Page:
He takes pride in the fact that Phish come from Sanders’ home state of Vermont. “Amazon sucks up business and destroys independent producers in the most ruthless way,” Baylacq says. “If your product is not listed on Amazon — on their terms — then you may as well declare bankruptcy. I am happy to own my support for Bernie as my resistance to that America.”

I ask whether Baylacq’s employees can afford to shop in the store where they work. He laughs.

“Nowhere close,” he says. Many of them have to commute at least an hour from the endless residential tracts and dormitory towns that serve Marin County and San Francisco. I remind him that Henry Ford famously pledged to pay his workers enough to buy the Model T Fords they were making. That pledge turned into the informal social contract of America’s postwar middle class.

Baylacq started work at 13 as a butcher’s assistant. Now 54, he sits on philanthropic boards. Isn’t his success proof that the American dream is alive and well? “Not really,” he says. “I have been blessed with some very lucky breaks.” He sketches the adult lives of his childhood peers, which do not sound too rosy.

Later I go to Paper Mills, which must be the most blue-collar bar in Marin. There is a crooner twanging his tunes. The women wear their hair long. Many of the men are wearing some kind of hat, most of them cowboy.

Here I meet Andy Giddens, 68, who, by his own definition, falls between hippie and redneck. Marin born and bred, Giddens made his living painting houses. The wealthier the person, the likelier they were to shortchange him, he says.

“Like Trump, they wait till you’ve done the work, then they tell you, ‘There’s something wrong with your work; we’re going to pay you $5,000 less than agreed.’”

Andy Giddens, wearing his ‘Make Siberia Warm Again’ cap, says a lot of his friends in Marin County will only consider voting for Sanders as other Democrats are ‘too establishment’
Andy Giddens, wearing his ‘Make Siberia Warm Again’ cap, says a lot of his friends in Marin County will only consider voting for Sanders as other Democrats are ‘too establishment’ © Edward Luce

Giddens is wearing what looks at first glance like a Trumpian “Make America Great Again” baseball cap. In fact, it says: “Make Siberia Warm Again.” A lot of Trump supporters, including some of Giddens’ relatives, make the same mistake and greet him as a fellow Trumpian. “Some of them are so goddam dumb,” he says laughing. “I had 200 of these caps made.”

I am swigging a bottle of Corona beer, which prompts dark jokes about the coronavirus. Giddens told me that most of his friends were Bernie supporters. Some voted Trump in 2016, but they have now seen enough.

“I mean, Trump didn’t even know that normal influenza can kill,” he says. “And he calls himself an expert.” A lot of his friends would only consider voting for Bernie, he says. Other Democrats are “too establishment”.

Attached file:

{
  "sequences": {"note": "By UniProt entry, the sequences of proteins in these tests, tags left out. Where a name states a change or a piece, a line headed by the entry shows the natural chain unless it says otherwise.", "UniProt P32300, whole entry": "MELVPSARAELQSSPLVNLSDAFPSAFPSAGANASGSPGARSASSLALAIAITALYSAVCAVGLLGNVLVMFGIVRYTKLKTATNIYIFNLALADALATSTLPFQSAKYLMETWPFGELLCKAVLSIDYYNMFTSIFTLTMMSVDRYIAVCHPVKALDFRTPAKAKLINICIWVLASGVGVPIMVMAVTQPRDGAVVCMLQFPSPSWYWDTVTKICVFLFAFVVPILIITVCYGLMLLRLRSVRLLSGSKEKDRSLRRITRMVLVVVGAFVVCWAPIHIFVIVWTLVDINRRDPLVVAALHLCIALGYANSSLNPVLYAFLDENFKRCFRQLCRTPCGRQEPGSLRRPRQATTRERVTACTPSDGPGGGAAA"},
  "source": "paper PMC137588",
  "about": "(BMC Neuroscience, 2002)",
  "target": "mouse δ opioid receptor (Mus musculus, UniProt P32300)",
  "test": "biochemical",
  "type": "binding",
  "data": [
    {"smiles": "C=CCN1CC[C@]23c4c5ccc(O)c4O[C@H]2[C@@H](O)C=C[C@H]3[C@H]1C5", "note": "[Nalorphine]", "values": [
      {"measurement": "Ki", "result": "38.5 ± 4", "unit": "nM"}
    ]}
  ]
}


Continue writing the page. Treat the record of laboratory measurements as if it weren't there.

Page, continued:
Across the Bay Bridge to Berkeley, home to the US’s most liberal campus — and former seat of one of the country’s turn-of-the-century socialist mayors — I visit Robert Reich, who is among America’s leading progressives (“socialism” is not a term he uses). I want to see Reich for two reasons. First, he is an influential supporter of Bernie Sanders. Second, he is one of Bill Clinton’s oldest friends. Almost nobody fits both those descriptions.

When I first lived in the US in the late 1990s, I read Reich’s memoir, Locked in the Cabinet, about his frustrations as Clinton’s first-term Labor secretary. They got to know each other as young Rhodes scholars on a transatlantic passage to Britain in 1968. Reich once went on a date with Hillary Rodham when they were at Yale law school.

Robert Reich, who was Labor secretary under Bill Clinton, is a Sanders backer. ‘I don’t dislike the rich at all,’ he says. ‘But as a group they hang out too much together’Robert Reich, who was Labor secretary under Bill Clinton, is a Sanders backer. ‘I don’t dislike the rich at all,’ he says. ‘But as a group they hang out too much together’ © Getty Images

As a leading “FOB” (friend of Bill), Reich was a chief architect of Clinton’s 1992 campaign, which promised blue-collar Americans a bridge across the “information superhighway” to the 21st century.

He quickly grew disenchanted with the Clinton White House. People such as Robert Rubin, a former Goldman Sachs partner, and Harvard scholar Lawrence Summers took the administration in a “neoliberal” direction. Alan Greenspan, chair of the Federal Reserve, held far more sway in Clinton’s Washington than the labour unions.

Clinton cut US welfare spending, deregulated finance and expanded tax subsidies for business. “I once said something about ‘corporate welfare’ [a phrase Reich coined] and Rubin said, ‘We can’t denigrate captains of industry,’” recalls Reich. “I realised we had gone from being a party of the working class to a party of the college class. They were in thrall to Wall Street.”

That shift is often personalised as a victory of the Rubin wing over the Reich one. It was dubbed Rubinomics and marked the end of the party that Franklin D Roosevelt had created in the 1930s. Clinton’s third way Democrats paid lip service to FDR and his New Deal, which created America’s modern safety net. But they danced to a very different tune composed by Ronald Reagan in the 1980s.